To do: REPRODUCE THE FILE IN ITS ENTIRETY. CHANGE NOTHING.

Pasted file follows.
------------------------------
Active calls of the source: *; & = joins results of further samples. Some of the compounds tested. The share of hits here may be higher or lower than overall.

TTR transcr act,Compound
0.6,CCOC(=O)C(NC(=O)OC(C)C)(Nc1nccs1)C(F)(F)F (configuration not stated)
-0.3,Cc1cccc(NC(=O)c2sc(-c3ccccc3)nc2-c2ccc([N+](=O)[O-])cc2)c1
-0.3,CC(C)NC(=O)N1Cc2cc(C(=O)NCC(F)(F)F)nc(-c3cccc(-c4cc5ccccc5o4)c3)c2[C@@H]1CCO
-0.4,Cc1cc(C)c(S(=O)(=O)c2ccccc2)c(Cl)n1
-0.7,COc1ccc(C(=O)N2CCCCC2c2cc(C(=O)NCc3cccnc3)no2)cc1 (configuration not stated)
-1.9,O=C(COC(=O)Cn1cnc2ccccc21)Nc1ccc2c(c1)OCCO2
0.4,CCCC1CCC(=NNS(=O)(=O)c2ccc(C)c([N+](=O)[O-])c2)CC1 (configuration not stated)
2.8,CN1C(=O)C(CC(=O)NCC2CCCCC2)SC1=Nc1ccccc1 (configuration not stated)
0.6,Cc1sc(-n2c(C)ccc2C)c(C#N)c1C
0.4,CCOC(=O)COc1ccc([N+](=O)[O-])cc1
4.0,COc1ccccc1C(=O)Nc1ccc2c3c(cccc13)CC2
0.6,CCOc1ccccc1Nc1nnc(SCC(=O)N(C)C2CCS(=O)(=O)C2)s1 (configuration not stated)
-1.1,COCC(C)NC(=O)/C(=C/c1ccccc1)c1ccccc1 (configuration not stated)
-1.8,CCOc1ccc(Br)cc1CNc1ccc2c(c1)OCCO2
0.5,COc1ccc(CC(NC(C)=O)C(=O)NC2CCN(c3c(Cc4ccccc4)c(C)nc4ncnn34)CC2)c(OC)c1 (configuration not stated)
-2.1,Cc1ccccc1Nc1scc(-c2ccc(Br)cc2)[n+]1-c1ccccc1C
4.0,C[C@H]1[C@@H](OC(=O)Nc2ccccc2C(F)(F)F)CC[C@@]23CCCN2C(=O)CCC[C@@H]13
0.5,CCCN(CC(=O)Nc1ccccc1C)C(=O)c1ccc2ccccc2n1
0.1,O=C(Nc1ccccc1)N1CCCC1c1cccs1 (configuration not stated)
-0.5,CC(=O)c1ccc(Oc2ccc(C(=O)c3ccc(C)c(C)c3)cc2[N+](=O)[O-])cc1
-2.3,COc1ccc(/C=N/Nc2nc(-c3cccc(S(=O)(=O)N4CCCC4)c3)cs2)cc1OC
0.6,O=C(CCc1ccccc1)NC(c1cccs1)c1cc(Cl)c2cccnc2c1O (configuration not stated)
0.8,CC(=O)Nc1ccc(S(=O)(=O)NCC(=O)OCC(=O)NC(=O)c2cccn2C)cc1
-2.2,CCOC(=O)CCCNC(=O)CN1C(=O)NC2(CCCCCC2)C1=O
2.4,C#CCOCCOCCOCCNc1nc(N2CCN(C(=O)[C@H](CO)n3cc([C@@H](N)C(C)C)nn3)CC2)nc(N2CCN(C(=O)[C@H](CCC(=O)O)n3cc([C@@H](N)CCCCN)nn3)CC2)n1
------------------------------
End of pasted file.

Active calls of the source: *; & = joins results of further samples. Some of the compounds tested. The share of hits here may be higher or lower than overall.

TTR transcr act,Compound
0.6,CCOC(=O)C(NC(=O)OC(C)C)(Nc1nccs1)C(F)(F)F (configuration not stated)
-0.3,Cc1cccc(NC(=O)c2sc(-c3ccccc3)nc2-c2ccc([N+](=O)[O-])cc2)c1
-0.3,CC(C)NC(=O)N1Cc2cc(C(=O)NCC(F)(F)F)nc(-c3cccc(-c4cc5ccccc5o4)c3)c2[C@@H]1CCO
-0.4,Cc1cc(C)c(S(=O)(=O)c2ccccc2)c(Cl)n1
-0.7,COc1ccc(C(=O)N2CCCCC2c2cc(C(=O)NCc3cccnc3)no2)cc1 (configuration not stated)
-1.9,O=C(COC(=O)Cn1cnc2ccccc21)Nc1ccc2c(c1)OCCO2
0.4,CCCC1CCC(=NNS(=O)(=O)c2ccc(C)c([N+](=O)[O-])c2)CC1 (configuration not stated)
2.8,CN1C(=O)C(CC(=O)NCC2CCCCC2)SC1=Nc1ccccc1 (configuration not stated)
0.6,Cc1sc(-n2c(C)ccc2C)c(C#N)c1C
0.4,CCOC(=O)COc1ccc([N+](=O)[O-])cc1
4.0,COc1ccccc1C(=O)Nc1ccc2c3c(cccc13)CC2
0.6,CCOc1ccccc1Nc1nnc(SCC(=O)N(C)C2CCS(=O)(=O)C2)s1 (configuration not stated)
-1.1,COCC(C)NC(=O)/C(=C/c1ccccc1)c1ccccc1 (configuration not stated)
-1.8,CCOc1ccc(Br)cc1CNc1ccc2c(c1)OCCO2
0.5,COc1ccc(CC(NC(C)=O)C(=O)NC2CCN(c3c(Cc4ccccc4)c(C)nc4ncnn34)CC2)c(OC)c1 (configuration not stated)
-2.1,Cc1ccccc1Nc1scc(-c2ccc(Br)cc2)[n+]1-c1ccccc1C
4.0,C[C@H]1[C@@H](OC(=O)Nc2ccccc2C(F)(F)F)CC[C@@]23CCCN2C(=O)CCC[C@@H]13
0.5,CCCN(CC(=O)Nc1ccccc1C)C(=O)c1ccc2ccccc2n1
0.1,O=C(Nc1ccccc1)N1CCCC1c1cccs1 (configuration not stated)
-0.5,CC(=O)c1ccc(Oc2ccc(C(=O)c3ccc(C)c(C)c3)cc2[N+](=O)[O-])cc1
-2.3,COc1ccc(/C=N/Nc2nc(-c3cccc(S(=O)(=O)N4CCCC4)c3)cs2)cc1OC
0.6,O=C(CCc1ccccc1)NC(c1cccs1)c1cc(Cl)c2cccnc2c1O (configuration not stated)
0.8,CC(=O)Nc1ccc(S(=O)(=O)NCC(=O)OCC(=O)NC(=O)c2cccn2C)cc1
-2.2,CCOC(=O)CCCNC(=O)CN1C(=O)NC2(CCCCCC2)C1=O
2.4,C#CCOCCOCCOCCNc1nc(N2CCN(C(=O)[C@H](CO)n3cc([C@@H](N)C(C)C)nn3)CC2)nc(N2CCN(C(=O)[C@H](CCC(=O)O)n3cc([C@@H](N)CCCCN)nn3)CC2)n1